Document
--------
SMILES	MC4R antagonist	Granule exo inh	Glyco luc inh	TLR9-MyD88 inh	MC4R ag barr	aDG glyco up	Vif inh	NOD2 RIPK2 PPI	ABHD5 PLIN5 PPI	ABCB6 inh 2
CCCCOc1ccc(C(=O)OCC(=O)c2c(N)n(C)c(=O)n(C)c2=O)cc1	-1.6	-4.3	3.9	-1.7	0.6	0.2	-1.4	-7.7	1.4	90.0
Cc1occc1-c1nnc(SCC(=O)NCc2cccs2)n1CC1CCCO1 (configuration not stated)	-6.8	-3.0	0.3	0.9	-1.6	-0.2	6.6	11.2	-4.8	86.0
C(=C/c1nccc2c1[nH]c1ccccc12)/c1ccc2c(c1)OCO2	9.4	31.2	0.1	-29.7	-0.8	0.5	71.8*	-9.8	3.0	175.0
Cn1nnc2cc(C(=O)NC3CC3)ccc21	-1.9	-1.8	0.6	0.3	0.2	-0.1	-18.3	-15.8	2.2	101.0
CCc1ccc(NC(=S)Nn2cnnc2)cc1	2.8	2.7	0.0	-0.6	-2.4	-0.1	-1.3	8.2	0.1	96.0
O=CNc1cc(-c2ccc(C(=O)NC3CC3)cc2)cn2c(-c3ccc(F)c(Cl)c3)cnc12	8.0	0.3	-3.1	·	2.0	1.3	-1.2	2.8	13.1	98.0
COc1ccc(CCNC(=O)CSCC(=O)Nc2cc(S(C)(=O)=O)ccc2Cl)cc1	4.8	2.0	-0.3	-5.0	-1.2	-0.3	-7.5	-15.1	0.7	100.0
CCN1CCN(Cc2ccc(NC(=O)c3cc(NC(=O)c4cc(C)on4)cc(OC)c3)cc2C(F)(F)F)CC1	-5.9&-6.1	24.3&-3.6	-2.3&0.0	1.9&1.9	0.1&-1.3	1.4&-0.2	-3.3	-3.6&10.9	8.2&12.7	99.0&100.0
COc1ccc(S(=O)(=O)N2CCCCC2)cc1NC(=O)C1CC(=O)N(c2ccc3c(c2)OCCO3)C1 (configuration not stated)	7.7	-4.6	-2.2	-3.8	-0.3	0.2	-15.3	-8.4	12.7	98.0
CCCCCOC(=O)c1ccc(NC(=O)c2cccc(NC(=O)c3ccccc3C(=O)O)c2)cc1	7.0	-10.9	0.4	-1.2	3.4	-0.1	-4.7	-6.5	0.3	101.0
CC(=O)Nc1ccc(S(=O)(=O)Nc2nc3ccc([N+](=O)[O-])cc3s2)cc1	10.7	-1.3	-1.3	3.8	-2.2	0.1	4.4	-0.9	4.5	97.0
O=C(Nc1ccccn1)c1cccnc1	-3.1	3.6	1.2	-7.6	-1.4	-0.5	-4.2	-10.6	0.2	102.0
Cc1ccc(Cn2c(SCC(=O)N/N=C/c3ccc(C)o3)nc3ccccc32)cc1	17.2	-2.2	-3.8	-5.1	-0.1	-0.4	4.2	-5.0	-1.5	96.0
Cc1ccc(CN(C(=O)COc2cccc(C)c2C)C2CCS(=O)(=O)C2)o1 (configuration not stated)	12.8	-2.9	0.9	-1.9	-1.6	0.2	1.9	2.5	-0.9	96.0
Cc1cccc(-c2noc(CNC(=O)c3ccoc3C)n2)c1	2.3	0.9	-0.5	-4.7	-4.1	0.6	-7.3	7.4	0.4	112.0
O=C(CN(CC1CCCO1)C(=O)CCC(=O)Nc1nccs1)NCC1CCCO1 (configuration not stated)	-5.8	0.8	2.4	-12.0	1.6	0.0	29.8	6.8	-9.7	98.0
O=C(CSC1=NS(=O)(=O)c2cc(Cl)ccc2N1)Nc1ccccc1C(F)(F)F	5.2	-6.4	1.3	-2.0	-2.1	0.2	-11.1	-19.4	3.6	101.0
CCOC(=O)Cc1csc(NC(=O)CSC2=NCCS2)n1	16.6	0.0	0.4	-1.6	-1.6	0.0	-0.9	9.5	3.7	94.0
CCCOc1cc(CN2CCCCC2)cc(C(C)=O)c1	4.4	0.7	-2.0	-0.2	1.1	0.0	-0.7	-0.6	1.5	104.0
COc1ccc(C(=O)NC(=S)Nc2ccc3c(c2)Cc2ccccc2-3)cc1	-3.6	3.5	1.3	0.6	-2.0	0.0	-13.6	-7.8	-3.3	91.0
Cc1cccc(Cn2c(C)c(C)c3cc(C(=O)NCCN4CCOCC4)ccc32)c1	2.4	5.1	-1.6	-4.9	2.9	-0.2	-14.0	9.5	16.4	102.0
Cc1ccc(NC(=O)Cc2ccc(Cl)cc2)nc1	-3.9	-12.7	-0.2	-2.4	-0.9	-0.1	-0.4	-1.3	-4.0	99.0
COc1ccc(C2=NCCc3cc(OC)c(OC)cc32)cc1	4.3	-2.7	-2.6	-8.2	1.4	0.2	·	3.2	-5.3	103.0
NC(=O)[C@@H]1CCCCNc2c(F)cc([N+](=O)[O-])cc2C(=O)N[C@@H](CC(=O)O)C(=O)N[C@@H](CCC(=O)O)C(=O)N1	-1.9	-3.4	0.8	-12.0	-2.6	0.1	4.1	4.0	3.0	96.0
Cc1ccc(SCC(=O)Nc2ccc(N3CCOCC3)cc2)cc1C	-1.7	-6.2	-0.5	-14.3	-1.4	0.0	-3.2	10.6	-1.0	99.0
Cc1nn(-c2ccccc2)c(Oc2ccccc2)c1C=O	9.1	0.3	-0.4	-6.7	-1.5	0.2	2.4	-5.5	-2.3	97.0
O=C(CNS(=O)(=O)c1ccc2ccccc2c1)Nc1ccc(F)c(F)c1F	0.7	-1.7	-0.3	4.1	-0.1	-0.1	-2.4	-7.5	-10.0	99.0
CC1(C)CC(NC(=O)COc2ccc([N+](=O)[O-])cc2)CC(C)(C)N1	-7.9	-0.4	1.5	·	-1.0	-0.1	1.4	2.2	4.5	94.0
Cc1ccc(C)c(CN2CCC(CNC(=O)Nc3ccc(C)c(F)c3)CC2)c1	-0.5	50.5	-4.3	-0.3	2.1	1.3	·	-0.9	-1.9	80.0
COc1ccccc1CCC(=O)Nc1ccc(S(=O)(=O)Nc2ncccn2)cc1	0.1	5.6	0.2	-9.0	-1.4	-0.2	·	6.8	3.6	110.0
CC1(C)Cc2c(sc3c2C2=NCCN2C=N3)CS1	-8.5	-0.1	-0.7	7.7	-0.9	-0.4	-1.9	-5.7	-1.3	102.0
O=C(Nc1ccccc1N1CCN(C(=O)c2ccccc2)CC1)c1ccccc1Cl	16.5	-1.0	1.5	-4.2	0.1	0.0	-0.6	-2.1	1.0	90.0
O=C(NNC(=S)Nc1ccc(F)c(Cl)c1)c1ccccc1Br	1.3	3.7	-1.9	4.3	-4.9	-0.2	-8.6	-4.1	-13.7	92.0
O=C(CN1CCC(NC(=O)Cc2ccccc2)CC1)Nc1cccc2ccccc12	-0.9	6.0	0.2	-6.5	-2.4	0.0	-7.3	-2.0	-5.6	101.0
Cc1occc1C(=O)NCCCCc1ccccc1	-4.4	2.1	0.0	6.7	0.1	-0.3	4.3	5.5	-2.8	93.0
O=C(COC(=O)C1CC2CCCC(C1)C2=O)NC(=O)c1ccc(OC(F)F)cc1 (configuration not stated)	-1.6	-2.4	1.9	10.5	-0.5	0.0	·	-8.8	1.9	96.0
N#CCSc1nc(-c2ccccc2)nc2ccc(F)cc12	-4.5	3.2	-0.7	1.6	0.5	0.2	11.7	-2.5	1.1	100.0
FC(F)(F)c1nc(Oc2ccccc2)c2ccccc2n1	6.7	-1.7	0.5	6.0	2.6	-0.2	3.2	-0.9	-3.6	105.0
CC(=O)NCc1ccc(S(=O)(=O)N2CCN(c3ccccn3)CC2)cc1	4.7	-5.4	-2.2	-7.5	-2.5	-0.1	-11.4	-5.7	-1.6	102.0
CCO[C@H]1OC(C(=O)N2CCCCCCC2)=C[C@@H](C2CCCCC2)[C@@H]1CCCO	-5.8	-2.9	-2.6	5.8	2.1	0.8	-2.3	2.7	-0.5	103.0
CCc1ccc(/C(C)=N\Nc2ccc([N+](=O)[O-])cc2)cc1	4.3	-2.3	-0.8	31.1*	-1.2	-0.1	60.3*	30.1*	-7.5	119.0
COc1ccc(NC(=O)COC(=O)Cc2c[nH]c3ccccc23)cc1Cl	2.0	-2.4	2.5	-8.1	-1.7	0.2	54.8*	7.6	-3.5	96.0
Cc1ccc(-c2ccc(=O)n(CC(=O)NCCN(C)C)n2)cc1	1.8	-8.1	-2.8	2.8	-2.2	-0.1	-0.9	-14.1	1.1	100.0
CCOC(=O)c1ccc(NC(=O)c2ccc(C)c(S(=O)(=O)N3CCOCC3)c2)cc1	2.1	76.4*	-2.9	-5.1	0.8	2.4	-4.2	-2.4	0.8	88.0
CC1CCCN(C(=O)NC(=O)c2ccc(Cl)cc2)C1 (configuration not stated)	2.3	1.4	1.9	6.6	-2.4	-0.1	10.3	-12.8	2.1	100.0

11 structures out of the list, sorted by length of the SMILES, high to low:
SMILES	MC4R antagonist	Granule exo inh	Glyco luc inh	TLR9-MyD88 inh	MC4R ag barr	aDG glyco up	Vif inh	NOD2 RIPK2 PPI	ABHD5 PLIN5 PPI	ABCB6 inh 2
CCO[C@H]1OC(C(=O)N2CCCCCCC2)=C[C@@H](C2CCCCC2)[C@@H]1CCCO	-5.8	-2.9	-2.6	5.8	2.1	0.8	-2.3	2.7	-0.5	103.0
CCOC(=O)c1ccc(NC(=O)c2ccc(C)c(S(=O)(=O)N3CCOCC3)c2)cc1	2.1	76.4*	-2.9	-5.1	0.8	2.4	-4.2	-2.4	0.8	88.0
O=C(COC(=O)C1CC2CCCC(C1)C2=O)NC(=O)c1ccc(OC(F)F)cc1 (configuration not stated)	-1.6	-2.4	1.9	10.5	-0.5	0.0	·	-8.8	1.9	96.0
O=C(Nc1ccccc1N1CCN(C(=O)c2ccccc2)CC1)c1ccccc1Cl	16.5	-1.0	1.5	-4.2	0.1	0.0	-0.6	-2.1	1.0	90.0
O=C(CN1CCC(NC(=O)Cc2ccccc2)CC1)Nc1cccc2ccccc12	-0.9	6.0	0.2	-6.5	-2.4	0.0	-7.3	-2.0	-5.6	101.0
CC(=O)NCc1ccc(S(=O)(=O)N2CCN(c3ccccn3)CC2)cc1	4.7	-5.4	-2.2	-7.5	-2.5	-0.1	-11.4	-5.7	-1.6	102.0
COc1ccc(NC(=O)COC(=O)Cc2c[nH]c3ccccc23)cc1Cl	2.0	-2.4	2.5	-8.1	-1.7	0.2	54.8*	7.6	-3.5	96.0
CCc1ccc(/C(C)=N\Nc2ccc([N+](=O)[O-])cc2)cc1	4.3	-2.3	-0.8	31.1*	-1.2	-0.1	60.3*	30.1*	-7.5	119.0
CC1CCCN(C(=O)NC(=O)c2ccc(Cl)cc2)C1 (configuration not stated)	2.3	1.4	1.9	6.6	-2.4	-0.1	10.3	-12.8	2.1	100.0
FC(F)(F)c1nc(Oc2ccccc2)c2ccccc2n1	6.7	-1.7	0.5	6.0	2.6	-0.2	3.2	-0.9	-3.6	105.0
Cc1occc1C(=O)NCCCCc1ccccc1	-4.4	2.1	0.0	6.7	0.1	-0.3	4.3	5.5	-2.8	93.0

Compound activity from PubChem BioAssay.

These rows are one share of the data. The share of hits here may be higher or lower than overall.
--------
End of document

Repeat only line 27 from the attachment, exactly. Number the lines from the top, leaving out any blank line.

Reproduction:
Cc1nn(-c2ccccc2)c(Oc2ccccc2)c1C=O	9.1	0.3	-0.4	-6.7	-1.5	0.2	2.4	-5.5	-2.3	97.0